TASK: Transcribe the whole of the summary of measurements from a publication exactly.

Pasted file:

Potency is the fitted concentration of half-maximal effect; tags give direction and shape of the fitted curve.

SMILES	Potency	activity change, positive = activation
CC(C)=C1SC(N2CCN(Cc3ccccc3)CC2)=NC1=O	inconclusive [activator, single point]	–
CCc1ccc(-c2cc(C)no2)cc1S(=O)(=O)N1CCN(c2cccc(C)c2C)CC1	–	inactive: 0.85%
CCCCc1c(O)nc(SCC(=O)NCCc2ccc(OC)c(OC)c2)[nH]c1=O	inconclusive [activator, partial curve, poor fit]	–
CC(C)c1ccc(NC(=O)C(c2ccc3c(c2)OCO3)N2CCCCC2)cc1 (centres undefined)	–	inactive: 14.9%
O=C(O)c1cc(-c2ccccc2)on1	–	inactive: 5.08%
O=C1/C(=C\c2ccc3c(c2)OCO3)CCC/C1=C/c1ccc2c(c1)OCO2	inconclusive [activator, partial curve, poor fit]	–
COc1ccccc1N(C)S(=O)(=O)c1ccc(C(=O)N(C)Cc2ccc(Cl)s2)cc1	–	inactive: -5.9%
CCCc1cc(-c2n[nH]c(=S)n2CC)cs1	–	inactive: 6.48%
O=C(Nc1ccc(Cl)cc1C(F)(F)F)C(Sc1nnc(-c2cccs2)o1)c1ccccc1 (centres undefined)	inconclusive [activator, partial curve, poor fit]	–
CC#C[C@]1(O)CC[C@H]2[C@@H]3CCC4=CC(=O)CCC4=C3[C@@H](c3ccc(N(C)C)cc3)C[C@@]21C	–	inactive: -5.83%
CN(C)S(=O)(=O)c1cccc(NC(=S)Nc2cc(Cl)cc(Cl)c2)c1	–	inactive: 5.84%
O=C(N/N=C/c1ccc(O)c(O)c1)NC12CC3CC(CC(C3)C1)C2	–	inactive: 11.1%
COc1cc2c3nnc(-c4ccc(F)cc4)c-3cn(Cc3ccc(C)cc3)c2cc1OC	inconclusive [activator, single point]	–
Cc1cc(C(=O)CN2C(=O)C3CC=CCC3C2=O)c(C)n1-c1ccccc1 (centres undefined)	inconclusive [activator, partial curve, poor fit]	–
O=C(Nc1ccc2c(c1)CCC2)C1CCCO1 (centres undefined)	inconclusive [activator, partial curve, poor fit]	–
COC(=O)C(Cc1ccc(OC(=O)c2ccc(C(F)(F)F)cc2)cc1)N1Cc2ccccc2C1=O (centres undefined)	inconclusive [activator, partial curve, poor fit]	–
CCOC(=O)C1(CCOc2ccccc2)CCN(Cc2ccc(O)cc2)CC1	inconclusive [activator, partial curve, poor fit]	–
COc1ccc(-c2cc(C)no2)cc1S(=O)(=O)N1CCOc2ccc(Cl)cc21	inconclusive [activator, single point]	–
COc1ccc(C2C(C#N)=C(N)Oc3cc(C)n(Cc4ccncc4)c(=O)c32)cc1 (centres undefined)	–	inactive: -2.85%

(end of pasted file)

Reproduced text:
Potency is the fitted concentration of half-maximal effect; tags give direction and shape of the fitted curve.

SMILES	Potency	activity change, positive = activation
CC(C)=C1SC(N2CCN(Cc3ccccc3)CC2)=NC1=O	inconclusive [activator, single point]	–
CCc1ccc(-c2cc(C)no2)cc1S(=O)(=O)N1CCN(c2cccc(C)c2C)CC1	–	inactive: 0.85%
CCCCc1c(O)nc(SCC(=O)NCCc2ccc(OC)c(OC)c2)[nH]c1=O	inconclusive [activator, partial curve, poor fit]	–
CC(C)c1ccc(NC(=O)C(c2ccc3c(c2)OCO3)N2CCCCC2)cc1 (centres undefined)	–	inactive: 14.9%
O=C(O)c1cc(-c2ccccc2)on1	–	inactive: 5.08%
O=C1/C(=C\c2ccc3c(c2)OCO3)CCC/C1=C/c1ccc2c(c1)OCO2	inconclusive [activator, partial curve, poor fit]	–
COc1ccccc1N(C)S(=O)(=O)c1ccc(C(=O)N(C)Cc2ccc(Cl)s2)cc1	–	inactive: -5.9%
CCCc1cc(-c2n[nH]c(=S)n2CC)cs1	–	inactive: 6.48%
O=C(Nc1ccc(Cl)cc1C(F)(F)F)C(Sc1nnc(-c2cccs2)o1)c1ccccc1 (centres undefined)	inconclusive [activator, partial curve, poor fit]	–
CC#C[C@]1(O)CC[C@H]2[C@@H]3CCC4=CC(=O)CCC4=C3[C@@H](c3ccc(N(C)C)cc3)C[C@@]21C	–	inactive: -5.83%
CN(C)S(=O)(=O)c1cccc(NC(=S)Nc2cc(Cl)cc(Cl)c2)c1	–	inactive: 5.84%
O=C(N/N=C/c1ccc(O)c(O)c1)NC12CC3CC(CC(C3)C1)C2	–	inactive: 11.1%
COc1cc2c3nnc(-c4ccc(F)cc4)c-3cn(Cc3ccc(C)cc3)c2cc1OC	inconclusive [activator, single point]	–
Cc1cc(C(=O)CN2C(=O)C3CC=CCC3C2=O)c(C)n1-c1ccccc1 (centres undefined)	inconclusive [activator, partial curve, poor fit]	–
O=C(Nc1ccc2c(c1)CCC2)C1CCCO1 (centres undefined)	inconclusive [activator, partial curve, poor fit]	–
COC(=O)C(Cc1ccc(OC(=O)c2ccc(C(F)(F)F)cc2)cc1)N1Cc2ccccc2C1=O (centres undefined)	inconclusive [activator, partial curve, poor fit]	–
CCOC(=O)C1(CCOc2ccccc2)CCN(Cc2ccc(O)cc2)CC1	inconclusive [activator, partial curve, poor fit]	–
COc1ccc(-c2cc(C)no2)cc1S(=O)(=O)N1CCOc2ccc(Cl)cc21	inconclusive [activator, single point]	–
COc1ccc(C2C(C#N)=C(N)Oc3cc(C)n(Cc4ccncc4)c(=O)c32)cc1 (centres undefined)	–	inactive: -2.85%